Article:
In other words, the search giant says its protections against attackers appear to be working. But this isn't the time to lower your guard.
Google sent almost 40,000 warnings about phishing or malware attempts last year, a nearly 25 percent drop from 2018. Attackers, however, appear to be adapting.
The Threat Analysis Group (TAG) at Google reported Thursday on the decline of phishing attempts. Google says one of the reasons for the drop is protections against phishing, such as its Advanced Protection Program. While overall attempts are declining, Google says attacker are being more deliberate in their efforts to deceive targets.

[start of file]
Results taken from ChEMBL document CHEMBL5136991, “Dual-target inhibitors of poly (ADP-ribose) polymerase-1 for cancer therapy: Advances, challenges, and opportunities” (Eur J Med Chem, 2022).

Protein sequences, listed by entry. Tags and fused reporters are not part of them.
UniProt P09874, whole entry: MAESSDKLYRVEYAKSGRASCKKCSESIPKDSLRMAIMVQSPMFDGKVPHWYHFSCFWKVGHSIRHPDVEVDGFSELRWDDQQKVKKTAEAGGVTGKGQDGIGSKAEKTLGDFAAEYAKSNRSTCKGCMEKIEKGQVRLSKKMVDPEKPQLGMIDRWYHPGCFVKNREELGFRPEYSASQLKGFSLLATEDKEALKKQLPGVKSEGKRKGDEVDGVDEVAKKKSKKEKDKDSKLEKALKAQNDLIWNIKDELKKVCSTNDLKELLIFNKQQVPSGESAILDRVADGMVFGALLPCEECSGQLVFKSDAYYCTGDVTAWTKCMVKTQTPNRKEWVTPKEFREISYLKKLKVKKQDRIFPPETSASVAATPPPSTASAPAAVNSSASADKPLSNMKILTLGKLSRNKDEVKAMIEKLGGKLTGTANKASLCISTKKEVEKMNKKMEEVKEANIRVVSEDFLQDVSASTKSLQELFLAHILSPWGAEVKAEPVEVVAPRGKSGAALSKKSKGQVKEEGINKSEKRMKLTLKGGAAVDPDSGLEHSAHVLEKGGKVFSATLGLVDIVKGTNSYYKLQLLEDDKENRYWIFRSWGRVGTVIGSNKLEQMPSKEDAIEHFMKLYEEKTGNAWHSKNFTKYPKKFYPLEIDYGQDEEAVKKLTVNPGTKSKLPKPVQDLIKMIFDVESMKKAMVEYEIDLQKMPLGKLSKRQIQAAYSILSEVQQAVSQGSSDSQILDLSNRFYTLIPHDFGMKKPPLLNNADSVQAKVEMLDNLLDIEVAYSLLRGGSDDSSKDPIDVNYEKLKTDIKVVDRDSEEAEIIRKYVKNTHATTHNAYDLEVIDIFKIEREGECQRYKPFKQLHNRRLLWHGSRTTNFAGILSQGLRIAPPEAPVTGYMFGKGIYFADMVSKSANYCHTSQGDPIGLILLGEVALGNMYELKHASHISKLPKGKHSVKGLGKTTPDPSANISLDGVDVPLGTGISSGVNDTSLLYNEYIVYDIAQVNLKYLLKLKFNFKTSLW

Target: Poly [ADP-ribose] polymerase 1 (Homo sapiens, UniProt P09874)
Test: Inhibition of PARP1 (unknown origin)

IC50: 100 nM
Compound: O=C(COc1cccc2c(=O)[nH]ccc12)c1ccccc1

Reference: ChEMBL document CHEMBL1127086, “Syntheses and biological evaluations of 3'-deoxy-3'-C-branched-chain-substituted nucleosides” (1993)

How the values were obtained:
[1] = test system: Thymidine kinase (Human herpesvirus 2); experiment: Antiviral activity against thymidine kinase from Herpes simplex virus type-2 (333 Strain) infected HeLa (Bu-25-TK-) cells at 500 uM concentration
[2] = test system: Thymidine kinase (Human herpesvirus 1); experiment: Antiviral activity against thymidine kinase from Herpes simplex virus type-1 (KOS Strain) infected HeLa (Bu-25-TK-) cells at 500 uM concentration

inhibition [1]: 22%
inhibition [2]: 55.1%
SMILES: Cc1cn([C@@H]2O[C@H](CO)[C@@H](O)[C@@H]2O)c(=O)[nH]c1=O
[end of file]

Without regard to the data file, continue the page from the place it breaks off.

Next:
"In 2019, one in five accounts that received a warning was targeted multiple times by attackers," wrote Toni Gidwani, a security engineering manager with TAG. "If at first the attacker does not succeed, they'll try again using a different lure, different account, or trying to compromise an associate of their target."
Google says it's also seeing a rise in attackers, primarily based in North Korean and Iran, impersonating journalists. They reach out to people pretending they're looking to speak to someone about a fake story and once they've built some trust, the attackers send a malware attachment, according to TAG.
In December, Google added phishing protection to its Chrome browser, which offers real-time protection against phishing links and pages.